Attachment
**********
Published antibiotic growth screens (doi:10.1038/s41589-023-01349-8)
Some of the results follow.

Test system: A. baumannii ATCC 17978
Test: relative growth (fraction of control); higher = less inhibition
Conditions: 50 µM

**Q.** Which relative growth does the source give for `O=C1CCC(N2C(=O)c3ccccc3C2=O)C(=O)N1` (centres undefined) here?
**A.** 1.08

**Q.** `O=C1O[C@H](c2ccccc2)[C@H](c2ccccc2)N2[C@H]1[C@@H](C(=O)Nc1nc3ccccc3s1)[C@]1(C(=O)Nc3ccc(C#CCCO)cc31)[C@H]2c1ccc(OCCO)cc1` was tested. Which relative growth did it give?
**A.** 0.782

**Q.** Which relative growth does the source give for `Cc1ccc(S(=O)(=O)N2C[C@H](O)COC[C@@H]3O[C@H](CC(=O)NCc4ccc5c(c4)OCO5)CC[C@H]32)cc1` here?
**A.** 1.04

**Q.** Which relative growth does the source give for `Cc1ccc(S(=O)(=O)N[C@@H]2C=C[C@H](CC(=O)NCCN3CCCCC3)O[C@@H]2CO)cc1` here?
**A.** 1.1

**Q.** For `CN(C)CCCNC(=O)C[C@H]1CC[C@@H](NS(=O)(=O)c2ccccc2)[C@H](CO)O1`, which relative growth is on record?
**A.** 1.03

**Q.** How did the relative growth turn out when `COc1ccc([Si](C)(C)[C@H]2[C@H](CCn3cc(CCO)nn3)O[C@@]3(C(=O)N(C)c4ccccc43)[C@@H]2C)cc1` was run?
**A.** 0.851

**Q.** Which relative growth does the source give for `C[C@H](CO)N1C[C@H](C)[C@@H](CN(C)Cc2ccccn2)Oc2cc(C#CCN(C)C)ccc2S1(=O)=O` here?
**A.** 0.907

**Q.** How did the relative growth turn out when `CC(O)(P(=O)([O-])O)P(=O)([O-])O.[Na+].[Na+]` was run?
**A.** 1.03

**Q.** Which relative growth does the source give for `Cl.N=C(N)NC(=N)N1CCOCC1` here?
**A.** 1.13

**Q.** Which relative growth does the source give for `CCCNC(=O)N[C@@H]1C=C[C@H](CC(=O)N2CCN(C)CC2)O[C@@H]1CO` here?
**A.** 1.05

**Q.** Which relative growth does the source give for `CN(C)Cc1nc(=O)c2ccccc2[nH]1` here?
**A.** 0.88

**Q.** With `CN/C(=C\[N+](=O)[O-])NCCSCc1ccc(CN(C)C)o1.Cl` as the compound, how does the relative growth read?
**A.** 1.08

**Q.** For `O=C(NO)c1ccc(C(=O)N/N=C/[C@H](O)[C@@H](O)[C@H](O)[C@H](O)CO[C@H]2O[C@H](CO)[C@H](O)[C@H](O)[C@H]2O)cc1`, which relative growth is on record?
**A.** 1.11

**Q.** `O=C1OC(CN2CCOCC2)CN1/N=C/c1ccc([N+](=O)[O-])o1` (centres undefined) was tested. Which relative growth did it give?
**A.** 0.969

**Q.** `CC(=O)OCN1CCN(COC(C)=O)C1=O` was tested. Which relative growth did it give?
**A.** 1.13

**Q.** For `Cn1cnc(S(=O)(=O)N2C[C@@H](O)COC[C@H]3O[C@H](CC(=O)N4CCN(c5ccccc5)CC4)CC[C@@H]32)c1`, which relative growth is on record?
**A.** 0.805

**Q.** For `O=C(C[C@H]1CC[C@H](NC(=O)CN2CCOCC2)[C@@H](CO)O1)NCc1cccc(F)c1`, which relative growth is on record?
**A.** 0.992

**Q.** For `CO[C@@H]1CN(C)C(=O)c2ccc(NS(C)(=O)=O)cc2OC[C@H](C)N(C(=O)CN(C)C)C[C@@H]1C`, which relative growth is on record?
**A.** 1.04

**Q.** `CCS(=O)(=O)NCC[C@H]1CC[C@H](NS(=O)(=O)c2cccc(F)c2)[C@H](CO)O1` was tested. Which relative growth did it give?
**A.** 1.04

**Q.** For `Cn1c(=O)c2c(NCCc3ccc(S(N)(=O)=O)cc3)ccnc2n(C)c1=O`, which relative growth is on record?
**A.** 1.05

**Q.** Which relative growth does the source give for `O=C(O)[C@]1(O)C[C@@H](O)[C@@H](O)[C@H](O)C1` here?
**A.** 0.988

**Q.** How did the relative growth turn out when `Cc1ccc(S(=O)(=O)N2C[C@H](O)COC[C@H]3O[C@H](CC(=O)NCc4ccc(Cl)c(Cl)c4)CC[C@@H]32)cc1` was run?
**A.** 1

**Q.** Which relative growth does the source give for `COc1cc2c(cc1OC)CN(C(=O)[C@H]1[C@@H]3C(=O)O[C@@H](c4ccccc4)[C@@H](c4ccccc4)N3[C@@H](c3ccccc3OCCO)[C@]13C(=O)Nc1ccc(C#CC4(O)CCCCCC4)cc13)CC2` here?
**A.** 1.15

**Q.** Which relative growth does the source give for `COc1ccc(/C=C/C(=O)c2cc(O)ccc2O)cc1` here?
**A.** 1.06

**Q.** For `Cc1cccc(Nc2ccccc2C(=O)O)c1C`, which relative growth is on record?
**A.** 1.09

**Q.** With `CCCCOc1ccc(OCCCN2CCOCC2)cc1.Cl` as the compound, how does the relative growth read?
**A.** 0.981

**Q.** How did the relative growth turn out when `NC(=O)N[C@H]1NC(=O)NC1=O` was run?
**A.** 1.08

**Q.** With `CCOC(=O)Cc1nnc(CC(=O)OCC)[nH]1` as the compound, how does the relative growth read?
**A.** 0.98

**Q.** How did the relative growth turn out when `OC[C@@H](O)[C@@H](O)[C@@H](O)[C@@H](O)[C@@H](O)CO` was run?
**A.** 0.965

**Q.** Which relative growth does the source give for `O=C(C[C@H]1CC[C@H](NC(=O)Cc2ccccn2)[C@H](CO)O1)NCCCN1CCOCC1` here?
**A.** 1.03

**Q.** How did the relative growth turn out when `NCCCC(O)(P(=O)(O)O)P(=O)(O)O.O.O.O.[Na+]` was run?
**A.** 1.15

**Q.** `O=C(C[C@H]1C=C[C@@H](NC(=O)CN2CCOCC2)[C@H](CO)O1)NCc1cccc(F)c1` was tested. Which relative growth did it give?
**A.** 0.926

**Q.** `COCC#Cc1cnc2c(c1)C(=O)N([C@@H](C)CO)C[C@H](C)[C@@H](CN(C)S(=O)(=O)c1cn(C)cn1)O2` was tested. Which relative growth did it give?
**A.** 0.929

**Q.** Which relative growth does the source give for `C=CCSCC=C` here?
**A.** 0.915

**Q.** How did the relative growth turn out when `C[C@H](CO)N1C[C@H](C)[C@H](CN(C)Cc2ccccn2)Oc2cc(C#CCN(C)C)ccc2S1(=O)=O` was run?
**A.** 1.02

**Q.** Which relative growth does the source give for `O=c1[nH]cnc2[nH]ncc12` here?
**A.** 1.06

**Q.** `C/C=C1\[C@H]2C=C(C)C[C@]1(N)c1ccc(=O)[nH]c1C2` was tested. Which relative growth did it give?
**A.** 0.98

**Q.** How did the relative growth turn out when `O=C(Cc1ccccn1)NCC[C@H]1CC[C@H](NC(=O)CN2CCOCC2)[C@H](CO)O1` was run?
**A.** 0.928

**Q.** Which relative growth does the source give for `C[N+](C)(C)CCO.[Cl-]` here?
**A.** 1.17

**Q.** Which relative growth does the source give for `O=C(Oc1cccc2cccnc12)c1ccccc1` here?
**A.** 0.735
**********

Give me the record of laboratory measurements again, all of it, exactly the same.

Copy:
Published antibiotic growth screens (doi:10.1038/s41589-023-01349-8)
Some of the results follow.

Test system: A. baumannii ATCC 17978
Test: relative growth (fraction of control); higher = less inhibition
Conditions: 50 µM

**Q.** Which relative growth does the source give for `O=C1CCC(N2C(=O)c3ccccc3C2=O)C(=O)N1` (centres undefined) here?
**A.** 1.08

**Q.** `O=C1O[C@H](c2ccccc2)[C@H](c2ccccc2)N2[C@H]1[C@@H](C(=O)Nc1nc3ccccc3s1)[C@]1(C(=O)Nc3ccc(C#CCCO)cc31)[C@H]2c1ccc(OCCO)cc1` was tested. Which relative growth did it give?
**A.** 0.782

**Q.** Which relative growth does the source give for `Cc1ccc(S(=O)(=O)N2C[C@H](O)COC[C@@H]3O[C@H](CC(=O)NCc4ccc5c(c4)OCO5)CC[C@H]32)cc1` here?
**A.** 1.04

**Q.** Which relative growth does the source give for `Cc1ccc(S(=O)(=O)N[C@@H]2C=C[C@H](CC(=O)NCCN3CCCCC3)O[C@@H]2CO)cc1` here?
**A.** 1.1

**Q.** For `CN(C)CCCNC(=O)C[C@H]1CC[C@@H](NS(=O)(=O)c2ccccc2)[C@H](CO)O1`, which relative growth is on record?
**A.** 1.03

**Q.** How did the relative growth turn out when `COc1ccc([Si](C)(C)[C@H]2[C@H](CCn3cc(CCO)nn3)O[C@@]3(C(=O)N(C)c4ccccc43)[C@@H]2C)cc1` was run?
**A.** 0.851

**Q.** Which relative growth does the source give for `C[C@H](CO)N1C[C@H](C)[C@@H](CN(C)Cc2ccccn2)Oc2cc(C#CCN(C)C)ccc2S1(=O)=O` here?
**A.** 0.907

**Q.** How did the relative growth turn out when `CC(O)(P(=O)([O-])O)P(=O)([O-])O.[Na+].[Na+]` was run?
**A.** 1.03

**Q.** Which relative growth does the source give for `Cl.N=C(N)NC(=N)N1CCOCC1` here?
**A.** 1.13

**Q.** Which relative growth does the source give for `CCCNC(=O)N[C@@H]1C=C[C@H](CC(=O)N2CCN(C)CC2)O[C@@H]1CO` here?
**A.** 1.05

**Q.** Which relative growth does the source give for `CN(C)Cc1nc(=O)c2ccccc2[nH]1` here?
**A.** 0.88

**Q.** With `CN/C(=C\[N+](=O)[O-])NCCSCc1ccc(CN(C)C)o1.Cl` as the compound, how does the relative growth read?
**A.** 1.08

**Q.** For `O=C(NO)c1ccc(C(=O)N/N=C/[C@H](O)[C@@H](O)[C@H](O)[C@H](O)CO[C@H]2O[C@H](CO)[C@H](O)[C@H](O)[C@H]2O)cc1`, which relative growth is on record?
**A.** 1.11

**Q.** `O=C1OC(CN2CCOCC2)CN1/N=C/c1ccc([N+](=O)[O-])o1` (centres undefined) was tested. Which relative growth did it give?
**A.** 0.969

**Q.** `CC(=O)OCN1CCN(COC(C)=O)C1=O` was tested. Which relative growth did it give?
**A.** 1.13

**Q.** For `Cn1cnc(S(=O)(=O)N2C[C@@H](O)COC[C@H]3O[C@H](CC(=O)N4CCN(c5ccccc5)CC4)CC[C@@H]32)c1`, which relative growth is on record?
**A.** 0.805

**Q.** For `O=C(C[C@H]1CC[C@H](NC(=O)CN2CCOCC2)[C@@H](CO)O1)NCc1cccc(F)c1`, which relative growth is on record?
**A.** 0.992

**Q.** For `CO[C@@H]1CN(C)C(=O)c2ccc(NS(C)(=O)=O)cc2OC[C@H](C)N(C(=O)CN(C)C)C[C@@H]1C`, which relative growth is on record?
**A.** 1.04

**Q.** `CCS(=O)(=O)NCC[C@H]1CC[C@H](NS(=O)(=O)c2cccc(F)c2)[C@H](CO)O1` was tested. Which relative growth did it give?
**A.** 1.04

**Q.** For `Cn1c(=O)c2c(NCCc3ccc(S(N)(=O)=O)cc3)ccnc2n(C)c1=O`, which relative growth is on record?
**A.** 1.05

**Q.** Which relative growth does the source give for `O=C(O)[C@]1(O)C[C@@H](O)[C@@H](O)[C@H](O)C1` here?
**A.** 0.988

**Q.** How did the relative growth turn out when `Cc1ccc(S(=O)(=O)N2C[C@H](O)COC[C@H]3O[C@H](CC(=O)NCc4ccc(Cl)c(Cl)c4)CC[C@@H]32)cc1` was run?
**A.** 1

**Q.** Which relative growth does the source give for `COc1cc2c(cc1OC)CN(C(=O)[C@H]1[C@@H]3C(=O)O[C@@H](c4ccccc4)[C@@H](c4ccccc4)N3[C@@H](c3ccccc3OCCO)[C@]13C(=O)Nc1ccc(C#CC4(O)CCCCCC4)cc13)CC2` here?
**A.** 1.15

**Q.** Which relative growth does the source give for `COc1ccc(/C=C/C(=O)c2cc(O)ccc2O)cc1` here?
**A.** 1.06

**Q.** For `Cc1cccc(Nc2ccccc2C(=O)O)c1C`, which relative growth is on record?
**A.** 1.09

**Q.** With `CCCCOc1ccc(OCCCN2CCOCC2)cc1.Cl` as the compound, how does the relative growth read?
**A.** 0.981

**Q.** How did the relative growth turn out when `NC(=O)N[C@H]1NC(=O)NC1=O` was run?
**A.** 1.08

**Q.** With `CCOC(=O)Cc1nnc(CC(=O)OCC)[nH]1` as the compound, how does the relative growth read?
**A.** 0.98

**Q.** How did the relative growth turn out when `OC[C@@H](O)[C@@H](O)[C@@H](O)[C@@H](O)[C@@H](O)CO` was run?
**A.** 0.965

**Q.** Which relative growth does the source give for `O=C(C[C@H]1CC[C@H](NC(=O)Cc2ccccn2)[C@H](CO)O1)NCCCN1CCOCC1` here?
**A.** 1.03

**Q.** How did the relative growth turn out when `NCCCC(O)(P(=O)(O)O)P(=O)(O)O.O.O.O.[Na+]` was run?
**A.** 1.15

**Q.** `O=C(C[C@H]1C=C[C@@H](NC(=O)CN2CCOCC2)[C@H](CO)O1)NCc1cccc(F)c1` was tested. Which relative growth did it give?
**A.** 0.926

**Q.** `COCC#Cc1cnc2c(c1)C(=O)N([C@@H](C)CO)C[C@H](C)[C@@H](CN(C)S(=O)(=O)c1cn(C)cn1)O2` was tested. Which relative growth did it give?
**A.** 0.929

**Q.** Which relative growth does the source give for `C=CCSCC=C` here?
**A.** 0.915

**Q.** How did the relative growth turn out when `C[C@H](CO)N1C[C@H](C)[C@H](CN(C)Cc2ccccn2)Oc2cc(C#CCN(C)C)ccc2S1(=O)=O` was run?
**A.** 1.02

**Q.** Which relative growth does the source give for `O=c1[nH]cnc2[nH]ncc12` here?
**A.** 1.06

**Q.** `C/C=C1\[C@H]2C=C(C)C[C@]1(N)c1ccc(=O)[nH]c1C2` was tested. Which relative growth did it give?
**A.** 0.98

**Q.** How did the relative growth turn out when `O=C(Cc1ccccn1)NCC[C@H]1CC[C@H](NC(=O)CN2CCOCC2)[C@H](CO)O1` was run?
**A.** 0.928

**Q.** Which relative growth does the source give for `C[N+](C)(C)CCO.[Cl-]` here?
**A.** 1.17

**Q.** Which relative growth does the source give for `O=C(Oc1cccc2cccnc12)c1ccccc1` here?
**A.** 0.735